For most people a birthday is a cause for celebration, and today, 15 years after Gavi was first born -- right here at the World Economic Forum. in Davos -- is certainly no exception. But for millions of children living in the poorest parts of the world a birthday means so much more, and is a truly life-changing milestone. That's because growing up for example in sub-Saharan Africa, you are 15 times less likely to live long enough to see your fifth birthday, compared to children in wealthier parts of the world.
There are a number of reasons for this, but one of the main causes of death is infectious disease, often completely preventable. Ebola, malaria and HIV are well known problems, but in terms of numbers it is pneumonia and diarrhoea that are the biggest killers. These are diseases that no longer cause severe illness in wealthy countries like Switzerland, but which, along with measles, Haemophilus influenzae type b (Hib), hepatitis B and others, continue to kill millions of the poorest children every year. And while vaccines exist that are capable of preventing these and other killer diseases, often they come at a price--particularly when they are new--that puts them beyond the reach of children in poor countries, which is one of the driving forces for the creation of Gavi.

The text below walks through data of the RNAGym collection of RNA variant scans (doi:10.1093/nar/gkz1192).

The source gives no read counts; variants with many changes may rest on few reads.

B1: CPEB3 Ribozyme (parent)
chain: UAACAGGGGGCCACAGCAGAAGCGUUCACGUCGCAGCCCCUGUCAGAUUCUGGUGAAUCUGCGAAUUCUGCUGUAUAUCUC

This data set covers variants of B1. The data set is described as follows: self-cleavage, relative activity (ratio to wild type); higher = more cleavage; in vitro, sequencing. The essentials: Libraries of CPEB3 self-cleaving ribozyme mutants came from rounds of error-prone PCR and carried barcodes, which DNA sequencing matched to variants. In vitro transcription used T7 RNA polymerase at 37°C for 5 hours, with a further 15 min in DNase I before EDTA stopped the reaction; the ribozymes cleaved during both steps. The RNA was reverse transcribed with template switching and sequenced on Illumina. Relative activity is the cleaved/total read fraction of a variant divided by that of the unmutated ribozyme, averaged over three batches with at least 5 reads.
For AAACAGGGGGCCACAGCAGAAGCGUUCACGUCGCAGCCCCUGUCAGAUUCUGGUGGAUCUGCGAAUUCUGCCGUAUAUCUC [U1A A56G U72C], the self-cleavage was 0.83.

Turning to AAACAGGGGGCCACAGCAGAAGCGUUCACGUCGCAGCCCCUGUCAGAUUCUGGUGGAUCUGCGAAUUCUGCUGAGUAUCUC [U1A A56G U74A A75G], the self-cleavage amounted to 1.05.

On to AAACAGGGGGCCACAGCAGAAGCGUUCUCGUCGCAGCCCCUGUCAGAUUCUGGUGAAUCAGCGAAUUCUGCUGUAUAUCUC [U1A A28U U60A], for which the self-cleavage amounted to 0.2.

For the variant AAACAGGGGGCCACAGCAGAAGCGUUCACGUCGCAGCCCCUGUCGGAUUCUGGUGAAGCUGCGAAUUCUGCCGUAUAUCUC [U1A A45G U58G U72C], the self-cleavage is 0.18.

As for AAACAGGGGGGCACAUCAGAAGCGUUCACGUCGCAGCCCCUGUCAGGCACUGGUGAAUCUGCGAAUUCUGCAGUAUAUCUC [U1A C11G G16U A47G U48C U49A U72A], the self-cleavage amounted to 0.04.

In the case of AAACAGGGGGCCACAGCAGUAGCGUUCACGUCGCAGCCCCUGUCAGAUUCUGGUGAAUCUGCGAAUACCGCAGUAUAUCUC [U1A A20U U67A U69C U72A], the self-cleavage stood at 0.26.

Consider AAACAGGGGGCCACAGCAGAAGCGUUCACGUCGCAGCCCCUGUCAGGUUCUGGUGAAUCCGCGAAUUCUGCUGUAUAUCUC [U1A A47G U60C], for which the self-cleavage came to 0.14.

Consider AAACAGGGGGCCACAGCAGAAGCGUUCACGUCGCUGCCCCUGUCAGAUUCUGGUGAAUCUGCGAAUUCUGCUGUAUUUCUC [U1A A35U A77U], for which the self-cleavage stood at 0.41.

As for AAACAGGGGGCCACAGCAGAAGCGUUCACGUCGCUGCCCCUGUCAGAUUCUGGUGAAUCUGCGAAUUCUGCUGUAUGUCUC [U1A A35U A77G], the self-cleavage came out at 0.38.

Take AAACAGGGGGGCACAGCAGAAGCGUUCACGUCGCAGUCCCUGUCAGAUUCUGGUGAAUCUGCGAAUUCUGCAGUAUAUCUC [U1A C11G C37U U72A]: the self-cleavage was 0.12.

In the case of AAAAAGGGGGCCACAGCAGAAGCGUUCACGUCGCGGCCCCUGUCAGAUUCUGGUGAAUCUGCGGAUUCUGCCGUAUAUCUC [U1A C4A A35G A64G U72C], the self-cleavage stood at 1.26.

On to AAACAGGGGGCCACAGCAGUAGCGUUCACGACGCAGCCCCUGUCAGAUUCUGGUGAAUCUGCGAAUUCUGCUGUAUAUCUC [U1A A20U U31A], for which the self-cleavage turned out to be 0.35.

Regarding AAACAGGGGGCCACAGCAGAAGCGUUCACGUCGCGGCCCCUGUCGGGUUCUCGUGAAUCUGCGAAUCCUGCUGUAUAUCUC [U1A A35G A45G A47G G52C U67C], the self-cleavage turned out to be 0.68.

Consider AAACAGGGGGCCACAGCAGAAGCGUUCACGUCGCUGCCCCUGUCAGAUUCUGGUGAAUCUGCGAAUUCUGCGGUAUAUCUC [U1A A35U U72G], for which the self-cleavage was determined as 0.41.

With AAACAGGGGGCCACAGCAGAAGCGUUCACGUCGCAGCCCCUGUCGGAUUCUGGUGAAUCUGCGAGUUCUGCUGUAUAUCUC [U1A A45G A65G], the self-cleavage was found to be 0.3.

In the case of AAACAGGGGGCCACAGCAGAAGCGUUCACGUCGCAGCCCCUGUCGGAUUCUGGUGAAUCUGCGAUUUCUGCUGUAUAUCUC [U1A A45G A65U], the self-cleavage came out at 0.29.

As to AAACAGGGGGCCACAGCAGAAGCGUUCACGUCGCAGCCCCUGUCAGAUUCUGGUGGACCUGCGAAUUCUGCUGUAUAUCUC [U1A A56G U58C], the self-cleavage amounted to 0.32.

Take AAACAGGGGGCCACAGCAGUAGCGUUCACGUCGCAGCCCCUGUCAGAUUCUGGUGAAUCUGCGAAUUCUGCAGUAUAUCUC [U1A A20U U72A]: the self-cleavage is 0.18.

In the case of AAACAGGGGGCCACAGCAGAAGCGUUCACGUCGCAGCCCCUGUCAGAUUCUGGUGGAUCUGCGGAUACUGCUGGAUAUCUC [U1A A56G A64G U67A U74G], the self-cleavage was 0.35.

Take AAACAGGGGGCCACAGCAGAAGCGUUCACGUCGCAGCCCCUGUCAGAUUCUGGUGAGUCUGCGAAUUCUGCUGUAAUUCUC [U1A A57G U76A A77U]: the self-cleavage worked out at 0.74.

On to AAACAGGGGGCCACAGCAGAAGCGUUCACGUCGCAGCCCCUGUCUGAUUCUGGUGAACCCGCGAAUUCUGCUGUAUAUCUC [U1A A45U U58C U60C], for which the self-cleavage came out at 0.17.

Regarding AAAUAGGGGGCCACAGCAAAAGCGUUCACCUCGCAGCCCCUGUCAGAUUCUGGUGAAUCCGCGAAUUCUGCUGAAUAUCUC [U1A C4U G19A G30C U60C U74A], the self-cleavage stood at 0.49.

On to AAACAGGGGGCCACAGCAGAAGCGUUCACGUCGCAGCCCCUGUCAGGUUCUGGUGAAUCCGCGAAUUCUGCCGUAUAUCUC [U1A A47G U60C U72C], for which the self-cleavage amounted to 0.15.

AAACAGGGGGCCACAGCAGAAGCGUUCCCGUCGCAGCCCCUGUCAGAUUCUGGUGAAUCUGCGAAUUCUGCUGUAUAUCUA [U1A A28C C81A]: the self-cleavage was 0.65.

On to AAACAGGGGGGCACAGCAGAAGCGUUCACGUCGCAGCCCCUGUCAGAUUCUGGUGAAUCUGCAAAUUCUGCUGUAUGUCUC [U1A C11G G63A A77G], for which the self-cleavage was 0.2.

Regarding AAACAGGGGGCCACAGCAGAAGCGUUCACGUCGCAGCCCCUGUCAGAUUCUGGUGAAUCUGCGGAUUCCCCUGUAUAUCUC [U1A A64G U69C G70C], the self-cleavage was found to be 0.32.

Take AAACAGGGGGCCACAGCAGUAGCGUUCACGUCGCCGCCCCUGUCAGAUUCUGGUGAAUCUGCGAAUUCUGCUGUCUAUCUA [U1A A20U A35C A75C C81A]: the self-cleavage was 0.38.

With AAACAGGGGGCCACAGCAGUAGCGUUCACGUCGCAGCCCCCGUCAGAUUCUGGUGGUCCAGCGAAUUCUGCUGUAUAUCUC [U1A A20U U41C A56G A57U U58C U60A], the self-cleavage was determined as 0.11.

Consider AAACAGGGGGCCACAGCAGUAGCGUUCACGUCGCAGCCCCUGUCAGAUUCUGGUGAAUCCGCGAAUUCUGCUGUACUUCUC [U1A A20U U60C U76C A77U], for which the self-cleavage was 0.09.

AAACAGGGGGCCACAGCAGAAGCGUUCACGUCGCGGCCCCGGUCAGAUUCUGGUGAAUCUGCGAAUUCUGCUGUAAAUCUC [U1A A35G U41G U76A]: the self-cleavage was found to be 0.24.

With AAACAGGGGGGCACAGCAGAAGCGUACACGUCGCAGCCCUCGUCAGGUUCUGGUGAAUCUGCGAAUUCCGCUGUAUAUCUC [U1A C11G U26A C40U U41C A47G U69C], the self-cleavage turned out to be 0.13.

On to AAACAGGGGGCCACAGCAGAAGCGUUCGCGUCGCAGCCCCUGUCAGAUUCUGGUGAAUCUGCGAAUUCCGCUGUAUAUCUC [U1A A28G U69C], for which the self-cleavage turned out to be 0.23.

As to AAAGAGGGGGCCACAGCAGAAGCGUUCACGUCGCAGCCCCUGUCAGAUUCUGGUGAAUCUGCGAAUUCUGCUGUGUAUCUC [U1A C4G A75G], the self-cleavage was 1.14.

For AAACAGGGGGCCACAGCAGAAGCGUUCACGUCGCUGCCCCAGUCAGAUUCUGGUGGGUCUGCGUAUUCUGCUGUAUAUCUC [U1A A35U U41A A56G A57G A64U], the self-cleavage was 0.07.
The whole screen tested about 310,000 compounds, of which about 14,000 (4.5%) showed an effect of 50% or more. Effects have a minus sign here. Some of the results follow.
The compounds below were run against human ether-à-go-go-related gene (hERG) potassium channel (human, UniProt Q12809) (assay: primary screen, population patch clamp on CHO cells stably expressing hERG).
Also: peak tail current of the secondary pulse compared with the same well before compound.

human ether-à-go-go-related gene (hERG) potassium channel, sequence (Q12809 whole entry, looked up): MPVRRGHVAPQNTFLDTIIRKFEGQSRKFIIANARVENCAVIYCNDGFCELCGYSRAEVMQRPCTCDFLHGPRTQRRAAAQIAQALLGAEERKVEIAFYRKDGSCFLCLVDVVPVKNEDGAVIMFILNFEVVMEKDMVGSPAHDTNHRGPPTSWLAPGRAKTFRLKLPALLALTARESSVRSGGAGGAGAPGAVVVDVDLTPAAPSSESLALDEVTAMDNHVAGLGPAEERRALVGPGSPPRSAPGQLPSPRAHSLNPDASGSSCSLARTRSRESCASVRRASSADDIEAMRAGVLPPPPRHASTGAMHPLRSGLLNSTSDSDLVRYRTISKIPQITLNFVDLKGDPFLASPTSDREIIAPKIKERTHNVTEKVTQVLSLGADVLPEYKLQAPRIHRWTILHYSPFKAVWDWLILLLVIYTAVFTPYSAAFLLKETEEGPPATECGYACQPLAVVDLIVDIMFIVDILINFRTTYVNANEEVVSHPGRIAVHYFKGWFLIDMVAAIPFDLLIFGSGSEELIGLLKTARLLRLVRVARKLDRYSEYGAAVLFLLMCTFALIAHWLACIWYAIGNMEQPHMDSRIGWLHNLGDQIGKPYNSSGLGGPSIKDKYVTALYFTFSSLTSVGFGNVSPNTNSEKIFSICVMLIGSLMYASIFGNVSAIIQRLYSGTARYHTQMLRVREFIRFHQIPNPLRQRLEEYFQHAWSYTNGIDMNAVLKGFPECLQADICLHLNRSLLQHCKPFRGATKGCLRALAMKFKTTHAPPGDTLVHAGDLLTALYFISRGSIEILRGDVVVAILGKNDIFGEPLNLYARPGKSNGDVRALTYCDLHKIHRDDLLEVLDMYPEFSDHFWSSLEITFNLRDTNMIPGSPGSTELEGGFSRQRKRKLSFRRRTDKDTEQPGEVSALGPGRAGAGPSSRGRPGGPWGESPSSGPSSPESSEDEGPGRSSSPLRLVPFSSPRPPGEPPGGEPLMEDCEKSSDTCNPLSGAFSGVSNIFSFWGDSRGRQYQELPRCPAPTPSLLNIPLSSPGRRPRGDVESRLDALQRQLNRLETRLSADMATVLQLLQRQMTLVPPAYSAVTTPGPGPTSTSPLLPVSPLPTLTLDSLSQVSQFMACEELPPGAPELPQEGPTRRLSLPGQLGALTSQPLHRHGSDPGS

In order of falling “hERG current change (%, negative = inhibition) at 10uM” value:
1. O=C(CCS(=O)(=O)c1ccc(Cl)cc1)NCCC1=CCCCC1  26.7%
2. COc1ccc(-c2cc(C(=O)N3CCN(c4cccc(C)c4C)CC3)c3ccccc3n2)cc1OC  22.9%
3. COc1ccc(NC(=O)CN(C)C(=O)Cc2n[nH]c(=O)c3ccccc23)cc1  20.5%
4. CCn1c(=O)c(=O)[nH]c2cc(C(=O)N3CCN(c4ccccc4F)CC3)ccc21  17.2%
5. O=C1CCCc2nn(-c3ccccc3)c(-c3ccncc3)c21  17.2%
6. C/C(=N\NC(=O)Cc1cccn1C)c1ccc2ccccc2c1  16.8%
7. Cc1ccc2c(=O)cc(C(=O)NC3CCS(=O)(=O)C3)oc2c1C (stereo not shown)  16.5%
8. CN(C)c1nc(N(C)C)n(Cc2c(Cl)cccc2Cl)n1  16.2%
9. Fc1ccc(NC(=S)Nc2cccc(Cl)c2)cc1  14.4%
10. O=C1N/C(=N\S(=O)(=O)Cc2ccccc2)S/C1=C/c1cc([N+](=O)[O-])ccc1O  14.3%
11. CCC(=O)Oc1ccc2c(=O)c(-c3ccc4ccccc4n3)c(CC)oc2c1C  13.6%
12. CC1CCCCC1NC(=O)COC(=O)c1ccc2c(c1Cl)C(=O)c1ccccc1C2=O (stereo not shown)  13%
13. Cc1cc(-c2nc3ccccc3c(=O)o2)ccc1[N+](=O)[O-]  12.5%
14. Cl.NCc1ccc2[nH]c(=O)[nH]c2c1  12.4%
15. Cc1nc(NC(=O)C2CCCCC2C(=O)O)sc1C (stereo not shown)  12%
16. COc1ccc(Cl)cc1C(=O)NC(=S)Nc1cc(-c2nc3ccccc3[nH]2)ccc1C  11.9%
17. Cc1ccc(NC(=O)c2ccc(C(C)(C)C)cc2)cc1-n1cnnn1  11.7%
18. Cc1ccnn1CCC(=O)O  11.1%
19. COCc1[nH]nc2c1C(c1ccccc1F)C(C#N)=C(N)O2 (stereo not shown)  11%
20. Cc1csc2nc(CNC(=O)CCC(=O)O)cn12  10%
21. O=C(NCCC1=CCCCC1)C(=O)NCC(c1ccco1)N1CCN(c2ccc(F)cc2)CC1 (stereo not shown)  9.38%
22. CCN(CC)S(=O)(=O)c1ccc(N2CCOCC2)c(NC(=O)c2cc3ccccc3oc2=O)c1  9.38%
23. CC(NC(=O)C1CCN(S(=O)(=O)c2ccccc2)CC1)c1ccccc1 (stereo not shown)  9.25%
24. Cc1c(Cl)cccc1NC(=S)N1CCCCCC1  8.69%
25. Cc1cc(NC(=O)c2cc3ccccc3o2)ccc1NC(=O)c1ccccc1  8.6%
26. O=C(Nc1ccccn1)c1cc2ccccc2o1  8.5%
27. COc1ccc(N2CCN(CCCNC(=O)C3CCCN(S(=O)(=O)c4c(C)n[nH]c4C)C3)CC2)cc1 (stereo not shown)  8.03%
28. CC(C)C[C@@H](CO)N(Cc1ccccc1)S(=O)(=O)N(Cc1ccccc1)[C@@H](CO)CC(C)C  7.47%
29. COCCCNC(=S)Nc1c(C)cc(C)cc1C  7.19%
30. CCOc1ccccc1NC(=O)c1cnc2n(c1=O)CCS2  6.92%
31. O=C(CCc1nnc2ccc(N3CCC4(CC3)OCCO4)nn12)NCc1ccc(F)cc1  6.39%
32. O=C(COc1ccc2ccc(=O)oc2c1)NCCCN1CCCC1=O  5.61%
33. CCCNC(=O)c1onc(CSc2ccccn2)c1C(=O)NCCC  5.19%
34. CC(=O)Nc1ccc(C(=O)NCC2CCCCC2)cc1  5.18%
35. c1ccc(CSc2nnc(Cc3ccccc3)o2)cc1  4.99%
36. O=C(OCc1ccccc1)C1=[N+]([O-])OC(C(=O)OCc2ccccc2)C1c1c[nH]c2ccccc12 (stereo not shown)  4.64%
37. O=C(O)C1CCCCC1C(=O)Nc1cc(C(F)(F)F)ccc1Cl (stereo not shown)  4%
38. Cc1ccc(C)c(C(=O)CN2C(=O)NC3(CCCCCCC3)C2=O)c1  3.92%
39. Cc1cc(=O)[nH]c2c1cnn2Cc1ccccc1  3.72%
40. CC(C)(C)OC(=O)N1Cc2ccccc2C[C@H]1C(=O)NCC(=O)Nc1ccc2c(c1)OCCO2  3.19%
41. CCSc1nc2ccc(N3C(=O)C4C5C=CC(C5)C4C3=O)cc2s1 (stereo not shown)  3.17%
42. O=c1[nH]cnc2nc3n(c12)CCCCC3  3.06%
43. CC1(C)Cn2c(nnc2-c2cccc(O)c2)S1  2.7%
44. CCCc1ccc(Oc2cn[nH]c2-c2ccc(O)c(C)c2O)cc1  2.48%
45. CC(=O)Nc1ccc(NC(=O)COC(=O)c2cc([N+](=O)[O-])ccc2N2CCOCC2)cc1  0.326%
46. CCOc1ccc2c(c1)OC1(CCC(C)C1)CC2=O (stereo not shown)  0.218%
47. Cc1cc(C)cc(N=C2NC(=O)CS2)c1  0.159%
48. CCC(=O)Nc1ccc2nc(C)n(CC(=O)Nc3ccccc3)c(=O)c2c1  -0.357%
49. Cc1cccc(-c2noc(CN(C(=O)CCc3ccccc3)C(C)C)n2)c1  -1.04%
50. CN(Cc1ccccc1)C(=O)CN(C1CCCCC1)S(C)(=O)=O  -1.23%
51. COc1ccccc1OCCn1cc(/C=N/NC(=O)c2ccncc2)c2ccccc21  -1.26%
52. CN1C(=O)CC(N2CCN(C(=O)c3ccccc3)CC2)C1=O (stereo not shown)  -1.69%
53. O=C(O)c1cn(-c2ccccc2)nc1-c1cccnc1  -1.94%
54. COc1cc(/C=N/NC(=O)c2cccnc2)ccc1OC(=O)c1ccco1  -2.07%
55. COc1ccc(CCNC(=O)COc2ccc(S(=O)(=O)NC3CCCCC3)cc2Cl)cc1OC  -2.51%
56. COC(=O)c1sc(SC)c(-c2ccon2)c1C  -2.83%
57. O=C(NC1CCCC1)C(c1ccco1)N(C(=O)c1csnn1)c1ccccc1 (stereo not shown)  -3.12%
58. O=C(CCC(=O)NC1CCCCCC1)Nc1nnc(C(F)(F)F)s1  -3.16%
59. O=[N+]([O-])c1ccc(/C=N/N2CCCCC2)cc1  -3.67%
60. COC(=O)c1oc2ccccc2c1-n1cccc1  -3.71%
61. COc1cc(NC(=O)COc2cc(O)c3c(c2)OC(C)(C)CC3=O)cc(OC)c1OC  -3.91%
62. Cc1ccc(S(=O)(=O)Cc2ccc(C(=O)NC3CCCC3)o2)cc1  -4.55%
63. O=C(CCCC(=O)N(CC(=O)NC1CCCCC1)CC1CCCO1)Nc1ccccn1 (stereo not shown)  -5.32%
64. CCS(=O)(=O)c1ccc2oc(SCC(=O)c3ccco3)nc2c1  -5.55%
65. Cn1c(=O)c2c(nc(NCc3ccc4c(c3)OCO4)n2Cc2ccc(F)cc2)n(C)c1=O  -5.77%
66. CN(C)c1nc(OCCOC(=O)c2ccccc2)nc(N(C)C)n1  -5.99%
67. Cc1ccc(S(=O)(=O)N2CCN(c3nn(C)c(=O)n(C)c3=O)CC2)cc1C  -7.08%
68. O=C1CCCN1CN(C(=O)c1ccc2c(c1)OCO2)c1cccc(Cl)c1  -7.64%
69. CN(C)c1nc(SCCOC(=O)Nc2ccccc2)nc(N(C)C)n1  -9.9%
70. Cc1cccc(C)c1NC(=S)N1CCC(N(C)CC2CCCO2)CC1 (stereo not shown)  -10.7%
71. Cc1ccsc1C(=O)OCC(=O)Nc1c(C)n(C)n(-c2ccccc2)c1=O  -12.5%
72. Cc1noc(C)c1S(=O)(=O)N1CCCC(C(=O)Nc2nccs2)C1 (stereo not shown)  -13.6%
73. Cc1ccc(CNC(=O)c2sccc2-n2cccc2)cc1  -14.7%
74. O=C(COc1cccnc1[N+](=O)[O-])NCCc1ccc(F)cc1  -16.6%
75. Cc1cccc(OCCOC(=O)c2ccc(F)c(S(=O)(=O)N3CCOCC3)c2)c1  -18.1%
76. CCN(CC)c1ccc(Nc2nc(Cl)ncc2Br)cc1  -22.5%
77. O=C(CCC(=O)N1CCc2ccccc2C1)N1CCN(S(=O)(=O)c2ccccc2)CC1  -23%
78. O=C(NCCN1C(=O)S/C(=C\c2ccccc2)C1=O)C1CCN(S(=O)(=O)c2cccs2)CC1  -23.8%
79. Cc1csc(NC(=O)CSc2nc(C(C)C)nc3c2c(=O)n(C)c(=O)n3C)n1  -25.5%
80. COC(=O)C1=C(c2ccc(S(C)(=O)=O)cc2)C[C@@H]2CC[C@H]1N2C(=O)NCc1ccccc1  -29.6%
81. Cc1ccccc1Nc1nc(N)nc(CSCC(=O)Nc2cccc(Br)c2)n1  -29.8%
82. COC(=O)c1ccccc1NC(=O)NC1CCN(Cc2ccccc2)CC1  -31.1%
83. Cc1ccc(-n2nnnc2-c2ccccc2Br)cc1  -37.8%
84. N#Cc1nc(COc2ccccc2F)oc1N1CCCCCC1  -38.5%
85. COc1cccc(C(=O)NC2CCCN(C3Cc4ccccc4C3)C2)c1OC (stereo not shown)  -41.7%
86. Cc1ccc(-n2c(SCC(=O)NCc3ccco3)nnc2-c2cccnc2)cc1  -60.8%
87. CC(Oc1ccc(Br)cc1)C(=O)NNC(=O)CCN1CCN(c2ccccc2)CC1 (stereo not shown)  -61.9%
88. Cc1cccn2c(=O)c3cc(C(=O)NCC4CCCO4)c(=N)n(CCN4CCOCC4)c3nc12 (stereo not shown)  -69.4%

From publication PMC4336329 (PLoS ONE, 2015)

Indeed, in recent years, huge progress has been made in improving the odds for these children, with child mortality halving from 12.6 million deaths a year in 1990 to 6.3 million today. Much of this has been achieved through improved access to vaccines, such that today no other health intervention reaches so many children. Every second, more than 30 vaccine doses are administered somewhere in the world. But with one in five children still not receiving all of the most basic vaccines, such as diphtheria-tetanus-pertussis (DTP), we need to do more to reach every child.
Saving the life of a single child should be reason enough to prompt urgent action, let alone saving millions, but it turns out there are even broader benefits that go beyond health. Vaccination, for example, can improve a child's educational prospects and long-term future, not to mention improving the economic health of their family and wider community.
We know that children who are healthy do not require medical treatment or care, both of which cost time and money. By avoiding illness, infants have a greater chance of growing into healthier children who are able to attend school and become more productive members of society living up to their full potential. Meanwhile instead of caring for a sick child, parents can go out to work, increasing their ability to earn. So rather than spending money on medical bills they are boosting their income and spending capacity, both of which can help the economy grow.